I am careless with things. Not just expensive things, though those are certainly the ones I notice more. I wish I could frame this trait as a virtue – I am concerned with people, and memories, not “worldly goods.” But mostly I consider it a fault: I am too often a lousy steward of the things I’ve been given, of the resources at my disposal. I feel appropriately guilty about this, but can’t usually muster sadness. Things are expensive to replace, and thus may not be replaced – I have not yet acquired another fitbit – but they are not irreplaceable.
Sometimes though, cherished objects have slipped away, and I have mourned.
For about six years of the ten in my marriage, for example, my wedding ring was lost. Well, not lost, but inaccessible. The thin band of white gold and diamonds, prayed over by the beloved friend and mentor who married us, the sign to all of Josh’s and my vow, was not on my finger.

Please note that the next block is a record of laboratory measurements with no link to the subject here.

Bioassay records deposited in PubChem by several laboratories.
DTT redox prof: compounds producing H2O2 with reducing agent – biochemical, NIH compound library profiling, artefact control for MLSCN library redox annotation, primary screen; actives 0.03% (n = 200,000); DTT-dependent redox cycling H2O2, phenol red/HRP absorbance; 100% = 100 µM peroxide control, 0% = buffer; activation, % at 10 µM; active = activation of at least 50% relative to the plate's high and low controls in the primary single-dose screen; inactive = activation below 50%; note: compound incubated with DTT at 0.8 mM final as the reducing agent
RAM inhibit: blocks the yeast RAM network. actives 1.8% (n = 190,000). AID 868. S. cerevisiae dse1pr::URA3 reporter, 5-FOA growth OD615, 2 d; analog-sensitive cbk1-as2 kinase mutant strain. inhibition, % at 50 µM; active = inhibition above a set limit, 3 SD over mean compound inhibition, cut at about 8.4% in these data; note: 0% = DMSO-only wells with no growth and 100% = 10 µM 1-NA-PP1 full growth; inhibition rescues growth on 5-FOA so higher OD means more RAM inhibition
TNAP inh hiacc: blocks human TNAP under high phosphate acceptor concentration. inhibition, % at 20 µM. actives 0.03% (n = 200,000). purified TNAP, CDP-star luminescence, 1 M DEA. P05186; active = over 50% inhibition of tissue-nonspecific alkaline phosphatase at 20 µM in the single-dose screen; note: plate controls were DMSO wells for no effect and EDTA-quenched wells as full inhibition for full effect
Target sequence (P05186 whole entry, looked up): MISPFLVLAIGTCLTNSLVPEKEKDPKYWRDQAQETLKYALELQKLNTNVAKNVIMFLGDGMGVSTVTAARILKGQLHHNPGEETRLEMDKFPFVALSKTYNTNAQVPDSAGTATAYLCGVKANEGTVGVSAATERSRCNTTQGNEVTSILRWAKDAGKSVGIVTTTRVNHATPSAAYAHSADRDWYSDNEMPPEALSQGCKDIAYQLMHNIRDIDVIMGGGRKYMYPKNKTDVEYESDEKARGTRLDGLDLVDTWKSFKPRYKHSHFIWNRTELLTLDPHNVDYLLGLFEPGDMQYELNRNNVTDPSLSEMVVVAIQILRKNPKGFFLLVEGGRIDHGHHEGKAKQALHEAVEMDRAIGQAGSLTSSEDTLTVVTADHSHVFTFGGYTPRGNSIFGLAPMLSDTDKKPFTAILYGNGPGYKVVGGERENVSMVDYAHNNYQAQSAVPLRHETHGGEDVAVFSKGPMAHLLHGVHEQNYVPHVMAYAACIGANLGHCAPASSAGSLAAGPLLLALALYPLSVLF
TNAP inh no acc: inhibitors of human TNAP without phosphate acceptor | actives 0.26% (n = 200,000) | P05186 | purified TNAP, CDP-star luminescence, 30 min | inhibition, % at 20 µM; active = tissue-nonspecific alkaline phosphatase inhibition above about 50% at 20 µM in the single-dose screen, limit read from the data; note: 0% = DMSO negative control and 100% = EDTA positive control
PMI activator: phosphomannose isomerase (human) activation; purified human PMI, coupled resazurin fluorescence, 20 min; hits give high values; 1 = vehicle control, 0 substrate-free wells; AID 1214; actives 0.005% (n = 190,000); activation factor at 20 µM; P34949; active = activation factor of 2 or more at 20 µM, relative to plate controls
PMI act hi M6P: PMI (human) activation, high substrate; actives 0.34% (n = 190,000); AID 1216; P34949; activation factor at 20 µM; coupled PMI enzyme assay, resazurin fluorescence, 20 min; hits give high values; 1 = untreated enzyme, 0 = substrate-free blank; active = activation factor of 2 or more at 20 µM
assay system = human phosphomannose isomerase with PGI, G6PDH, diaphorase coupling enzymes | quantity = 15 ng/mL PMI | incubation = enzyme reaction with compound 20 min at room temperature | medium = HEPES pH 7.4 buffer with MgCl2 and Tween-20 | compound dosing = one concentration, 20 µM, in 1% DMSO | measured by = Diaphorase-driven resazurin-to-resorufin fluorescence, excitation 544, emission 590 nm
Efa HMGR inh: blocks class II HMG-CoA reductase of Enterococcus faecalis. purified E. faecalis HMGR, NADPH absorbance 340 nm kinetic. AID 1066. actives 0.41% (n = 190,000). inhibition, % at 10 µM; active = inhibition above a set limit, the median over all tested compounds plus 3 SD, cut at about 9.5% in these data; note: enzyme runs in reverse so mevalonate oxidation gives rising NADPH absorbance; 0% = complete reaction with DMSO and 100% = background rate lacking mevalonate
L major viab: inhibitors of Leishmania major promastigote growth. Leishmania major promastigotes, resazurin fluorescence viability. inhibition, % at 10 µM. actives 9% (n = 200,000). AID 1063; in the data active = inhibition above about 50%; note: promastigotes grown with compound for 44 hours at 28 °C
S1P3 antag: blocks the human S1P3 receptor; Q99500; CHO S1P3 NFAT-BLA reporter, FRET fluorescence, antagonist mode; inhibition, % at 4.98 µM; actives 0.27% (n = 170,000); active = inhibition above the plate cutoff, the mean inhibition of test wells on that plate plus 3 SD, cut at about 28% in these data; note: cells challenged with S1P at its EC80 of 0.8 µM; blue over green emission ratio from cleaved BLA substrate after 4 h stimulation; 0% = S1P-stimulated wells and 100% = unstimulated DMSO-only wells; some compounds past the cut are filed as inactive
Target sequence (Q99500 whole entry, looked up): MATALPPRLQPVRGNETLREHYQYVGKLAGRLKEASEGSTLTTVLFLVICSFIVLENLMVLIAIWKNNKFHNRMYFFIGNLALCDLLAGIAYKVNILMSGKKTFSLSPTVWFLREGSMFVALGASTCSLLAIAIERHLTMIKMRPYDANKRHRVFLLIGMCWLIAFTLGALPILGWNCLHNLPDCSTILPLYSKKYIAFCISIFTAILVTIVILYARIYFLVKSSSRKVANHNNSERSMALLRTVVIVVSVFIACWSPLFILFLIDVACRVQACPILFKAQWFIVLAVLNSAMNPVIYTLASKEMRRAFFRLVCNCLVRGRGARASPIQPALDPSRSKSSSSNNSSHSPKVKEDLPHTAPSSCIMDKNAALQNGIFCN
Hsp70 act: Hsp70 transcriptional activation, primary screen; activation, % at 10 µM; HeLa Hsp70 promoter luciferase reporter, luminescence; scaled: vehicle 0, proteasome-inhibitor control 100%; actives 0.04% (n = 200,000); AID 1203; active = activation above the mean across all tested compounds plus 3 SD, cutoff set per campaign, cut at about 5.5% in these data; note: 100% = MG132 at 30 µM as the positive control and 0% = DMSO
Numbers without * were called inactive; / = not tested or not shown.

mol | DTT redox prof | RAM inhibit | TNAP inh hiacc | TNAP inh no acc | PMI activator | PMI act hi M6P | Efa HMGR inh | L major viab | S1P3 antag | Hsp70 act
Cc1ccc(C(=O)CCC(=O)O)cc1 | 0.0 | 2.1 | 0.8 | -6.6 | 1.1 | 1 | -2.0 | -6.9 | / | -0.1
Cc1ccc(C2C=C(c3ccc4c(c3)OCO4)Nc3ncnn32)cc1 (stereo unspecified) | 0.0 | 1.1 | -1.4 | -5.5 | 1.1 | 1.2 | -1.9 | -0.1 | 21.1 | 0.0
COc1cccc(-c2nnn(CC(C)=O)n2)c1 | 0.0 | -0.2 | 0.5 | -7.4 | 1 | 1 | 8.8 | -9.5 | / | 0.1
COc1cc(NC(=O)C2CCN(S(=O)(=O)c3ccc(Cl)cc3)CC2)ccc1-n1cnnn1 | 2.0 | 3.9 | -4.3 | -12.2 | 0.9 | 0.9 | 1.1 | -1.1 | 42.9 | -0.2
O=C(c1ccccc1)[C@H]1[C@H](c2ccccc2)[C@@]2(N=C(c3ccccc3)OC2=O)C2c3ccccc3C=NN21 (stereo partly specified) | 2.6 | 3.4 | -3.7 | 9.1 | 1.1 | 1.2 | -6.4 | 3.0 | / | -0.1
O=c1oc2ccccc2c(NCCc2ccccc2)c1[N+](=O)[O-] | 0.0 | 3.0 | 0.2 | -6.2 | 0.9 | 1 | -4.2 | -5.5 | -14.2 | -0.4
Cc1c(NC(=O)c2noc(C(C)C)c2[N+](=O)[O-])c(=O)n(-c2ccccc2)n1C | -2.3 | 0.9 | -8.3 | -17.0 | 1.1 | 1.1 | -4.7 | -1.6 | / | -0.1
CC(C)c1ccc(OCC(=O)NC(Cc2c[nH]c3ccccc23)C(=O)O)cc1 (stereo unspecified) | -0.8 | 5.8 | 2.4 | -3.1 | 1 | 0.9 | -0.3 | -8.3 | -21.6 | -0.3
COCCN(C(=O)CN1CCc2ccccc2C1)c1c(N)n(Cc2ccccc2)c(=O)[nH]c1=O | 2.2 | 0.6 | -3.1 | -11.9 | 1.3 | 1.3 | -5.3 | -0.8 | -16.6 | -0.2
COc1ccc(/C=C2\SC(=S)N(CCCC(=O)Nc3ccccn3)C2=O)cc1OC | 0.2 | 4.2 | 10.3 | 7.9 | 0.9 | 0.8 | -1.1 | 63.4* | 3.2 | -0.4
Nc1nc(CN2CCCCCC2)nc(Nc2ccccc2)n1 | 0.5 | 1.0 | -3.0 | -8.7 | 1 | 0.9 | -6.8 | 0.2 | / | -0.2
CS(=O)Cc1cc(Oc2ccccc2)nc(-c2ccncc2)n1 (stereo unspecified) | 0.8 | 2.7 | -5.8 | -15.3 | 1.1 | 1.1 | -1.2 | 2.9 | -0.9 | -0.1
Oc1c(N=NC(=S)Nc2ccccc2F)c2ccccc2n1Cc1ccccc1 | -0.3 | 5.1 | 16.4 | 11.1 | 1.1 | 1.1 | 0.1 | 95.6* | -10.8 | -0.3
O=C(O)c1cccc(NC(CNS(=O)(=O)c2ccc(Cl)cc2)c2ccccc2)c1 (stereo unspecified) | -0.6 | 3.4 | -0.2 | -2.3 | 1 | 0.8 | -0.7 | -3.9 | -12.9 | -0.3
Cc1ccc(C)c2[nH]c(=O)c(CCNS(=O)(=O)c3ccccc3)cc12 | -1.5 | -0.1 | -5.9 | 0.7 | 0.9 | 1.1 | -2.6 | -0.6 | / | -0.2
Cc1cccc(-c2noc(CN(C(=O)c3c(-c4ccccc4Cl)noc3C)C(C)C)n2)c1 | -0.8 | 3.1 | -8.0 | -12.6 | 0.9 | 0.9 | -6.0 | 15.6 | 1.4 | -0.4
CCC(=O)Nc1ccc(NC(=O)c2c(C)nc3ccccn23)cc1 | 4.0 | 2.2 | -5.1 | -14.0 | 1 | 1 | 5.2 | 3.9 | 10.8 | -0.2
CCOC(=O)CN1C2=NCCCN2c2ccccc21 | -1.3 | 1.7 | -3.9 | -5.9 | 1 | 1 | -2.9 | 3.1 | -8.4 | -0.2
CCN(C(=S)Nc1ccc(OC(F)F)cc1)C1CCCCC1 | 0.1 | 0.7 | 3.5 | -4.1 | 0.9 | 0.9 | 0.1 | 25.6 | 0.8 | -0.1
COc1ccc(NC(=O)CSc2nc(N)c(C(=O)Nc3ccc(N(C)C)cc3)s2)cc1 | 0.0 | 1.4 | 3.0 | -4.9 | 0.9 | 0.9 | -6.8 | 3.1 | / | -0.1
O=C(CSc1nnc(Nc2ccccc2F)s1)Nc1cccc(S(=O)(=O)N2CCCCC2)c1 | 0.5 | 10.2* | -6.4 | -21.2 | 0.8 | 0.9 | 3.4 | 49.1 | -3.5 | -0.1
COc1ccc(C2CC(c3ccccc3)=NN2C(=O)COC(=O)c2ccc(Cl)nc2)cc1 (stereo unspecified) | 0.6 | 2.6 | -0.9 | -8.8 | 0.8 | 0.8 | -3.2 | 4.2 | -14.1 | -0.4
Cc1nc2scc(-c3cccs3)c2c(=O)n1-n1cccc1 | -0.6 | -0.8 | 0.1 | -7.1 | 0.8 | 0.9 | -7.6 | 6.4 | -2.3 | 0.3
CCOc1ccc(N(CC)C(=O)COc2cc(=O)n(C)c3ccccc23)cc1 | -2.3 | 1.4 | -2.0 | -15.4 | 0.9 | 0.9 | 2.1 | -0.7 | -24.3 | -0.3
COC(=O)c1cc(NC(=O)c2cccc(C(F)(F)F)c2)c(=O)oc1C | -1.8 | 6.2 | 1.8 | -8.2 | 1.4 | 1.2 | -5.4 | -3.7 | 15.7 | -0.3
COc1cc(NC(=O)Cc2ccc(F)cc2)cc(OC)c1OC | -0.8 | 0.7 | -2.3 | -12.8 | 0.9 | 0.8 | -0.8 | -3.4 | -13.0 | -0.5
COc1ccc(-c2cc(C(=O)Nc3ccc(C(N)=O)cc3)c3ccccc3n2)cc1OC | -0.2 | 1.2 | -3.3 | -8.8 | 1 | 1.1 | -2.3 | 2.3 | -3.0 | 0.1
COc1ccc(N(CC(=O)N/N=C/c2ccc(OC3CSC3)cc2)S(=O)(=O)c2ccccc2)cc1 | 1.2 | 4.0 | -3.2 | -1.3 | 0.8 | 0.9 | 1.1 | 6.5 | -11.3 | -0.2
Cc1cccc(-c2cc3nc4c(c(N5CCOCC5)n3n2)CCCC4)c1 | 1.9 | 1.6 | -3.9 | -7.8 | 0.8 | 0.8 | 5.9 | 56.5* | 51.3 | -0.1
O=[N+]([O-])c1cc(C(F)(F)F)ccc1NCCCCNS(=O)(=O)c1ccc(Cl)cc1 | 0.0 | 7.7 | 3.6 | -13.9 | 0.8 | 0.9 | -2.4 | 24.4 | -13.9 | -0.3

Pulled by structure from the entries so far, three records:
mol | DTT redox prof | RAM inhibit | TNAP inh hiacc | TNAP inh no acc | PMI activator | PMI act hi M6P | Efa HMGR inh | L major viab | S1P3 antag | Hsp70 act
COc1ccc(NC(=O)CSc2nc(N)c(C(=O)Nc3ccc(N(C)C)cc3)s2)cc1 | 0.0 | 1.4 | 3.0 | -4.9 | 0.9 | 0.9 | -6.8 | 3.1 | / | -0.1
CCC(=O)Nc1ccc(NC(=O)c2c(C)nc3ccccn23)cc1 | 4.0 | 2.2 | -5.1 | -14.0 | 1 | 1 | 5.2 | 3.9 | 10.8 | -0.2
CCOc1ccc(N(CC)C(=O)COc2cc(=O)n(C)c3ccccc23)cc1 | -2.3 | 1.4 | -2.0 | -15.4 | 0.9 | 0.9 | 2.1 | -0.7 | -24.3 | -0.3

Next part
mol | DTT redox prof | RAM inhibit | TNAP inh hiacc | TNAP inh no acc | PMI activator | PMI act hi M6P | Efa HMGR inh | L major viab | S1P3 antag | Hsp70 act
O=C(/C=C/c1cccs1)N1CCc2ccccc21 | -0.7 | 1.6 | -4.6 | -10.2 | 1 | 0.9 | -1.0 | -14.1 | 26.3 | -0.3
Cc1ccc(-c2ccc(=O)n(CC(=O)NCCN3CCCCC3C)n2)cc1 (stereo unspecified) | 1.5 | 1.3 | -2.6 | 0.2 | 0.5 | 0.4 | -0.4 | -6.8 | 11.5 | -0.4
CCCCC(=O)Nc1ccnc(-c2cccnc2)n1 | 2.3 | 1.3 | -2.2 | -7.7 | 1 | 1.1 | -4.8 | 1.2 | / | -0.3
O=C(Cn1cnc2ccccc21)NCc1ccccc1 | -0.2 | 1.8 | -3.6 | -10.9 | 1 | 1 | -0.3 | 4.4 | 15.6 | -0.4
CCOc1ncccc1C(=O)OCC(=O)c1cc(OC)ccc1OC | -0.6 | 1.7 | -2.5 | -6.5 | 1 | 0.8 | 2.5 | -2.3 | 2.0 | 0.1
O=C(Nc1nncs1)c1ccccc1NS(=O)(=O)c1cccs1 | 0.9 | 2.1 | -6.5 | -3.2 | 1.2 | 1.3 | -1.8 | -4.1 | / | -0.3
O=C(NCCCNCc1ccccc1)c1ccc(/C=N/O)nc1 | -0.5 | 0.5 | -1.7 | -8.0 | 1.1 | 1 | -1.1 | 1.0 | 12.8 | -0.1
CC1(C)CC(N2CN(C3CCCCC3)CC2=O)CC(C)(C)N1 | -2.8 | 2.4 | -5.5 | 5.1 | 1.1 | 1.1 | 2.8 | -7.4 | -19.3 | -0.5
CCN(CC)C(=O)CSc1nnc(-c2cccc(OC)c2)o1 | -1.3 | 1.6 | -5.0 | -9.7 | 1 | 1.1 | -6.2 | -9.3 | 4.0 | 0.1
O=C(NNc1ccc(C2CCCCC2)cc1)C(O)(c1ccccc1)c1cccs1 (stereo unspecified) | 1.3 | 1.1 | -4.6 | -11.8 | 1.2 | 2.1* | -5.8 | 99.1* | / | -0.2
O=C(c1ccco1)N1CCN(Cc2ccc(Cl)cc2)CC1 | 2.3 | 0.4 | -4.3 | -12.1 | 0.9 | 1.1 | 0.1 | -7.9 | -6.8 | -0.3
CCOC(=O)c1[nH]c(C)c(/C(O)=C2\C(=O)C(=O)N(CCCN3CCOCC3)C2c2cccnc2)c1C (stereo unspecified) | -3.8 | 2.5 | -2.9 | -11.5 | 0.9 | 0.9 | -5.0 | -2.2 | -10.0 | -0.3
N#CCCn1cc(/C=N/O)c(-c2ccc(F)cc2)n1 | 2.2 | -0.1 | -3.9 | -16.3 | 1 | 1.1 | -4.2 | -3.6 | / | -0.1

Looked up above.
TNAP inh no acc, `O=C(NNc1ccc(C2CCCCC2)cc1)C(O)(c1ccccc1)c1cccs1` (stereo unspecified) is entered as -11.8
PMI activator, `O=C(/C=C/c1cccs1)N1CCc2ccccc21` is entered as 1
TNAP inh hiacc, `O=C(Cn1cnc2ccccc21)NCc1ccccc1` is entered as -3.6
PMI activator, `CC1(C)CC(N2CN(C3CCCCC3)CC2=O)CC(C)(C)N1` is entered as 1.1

I wore other rings in that time. I always wore something. Wouldn’t want anyone getting the wrong idea. A ring my maternal grandparents bought me on vacation; a ring my paternal grandfather had once given my grandmother and I had since inherited. Lovely bands, but not my wedding ring.
Shortly after our first daughter was born, I was sitting in the backseat of our car next to her, waiting at the ready to offer her comfort or replace her pacifier. We could not bear the sound of her crying; were so anxious in her first months that we needed an eye on her, needed her within reach, at all times.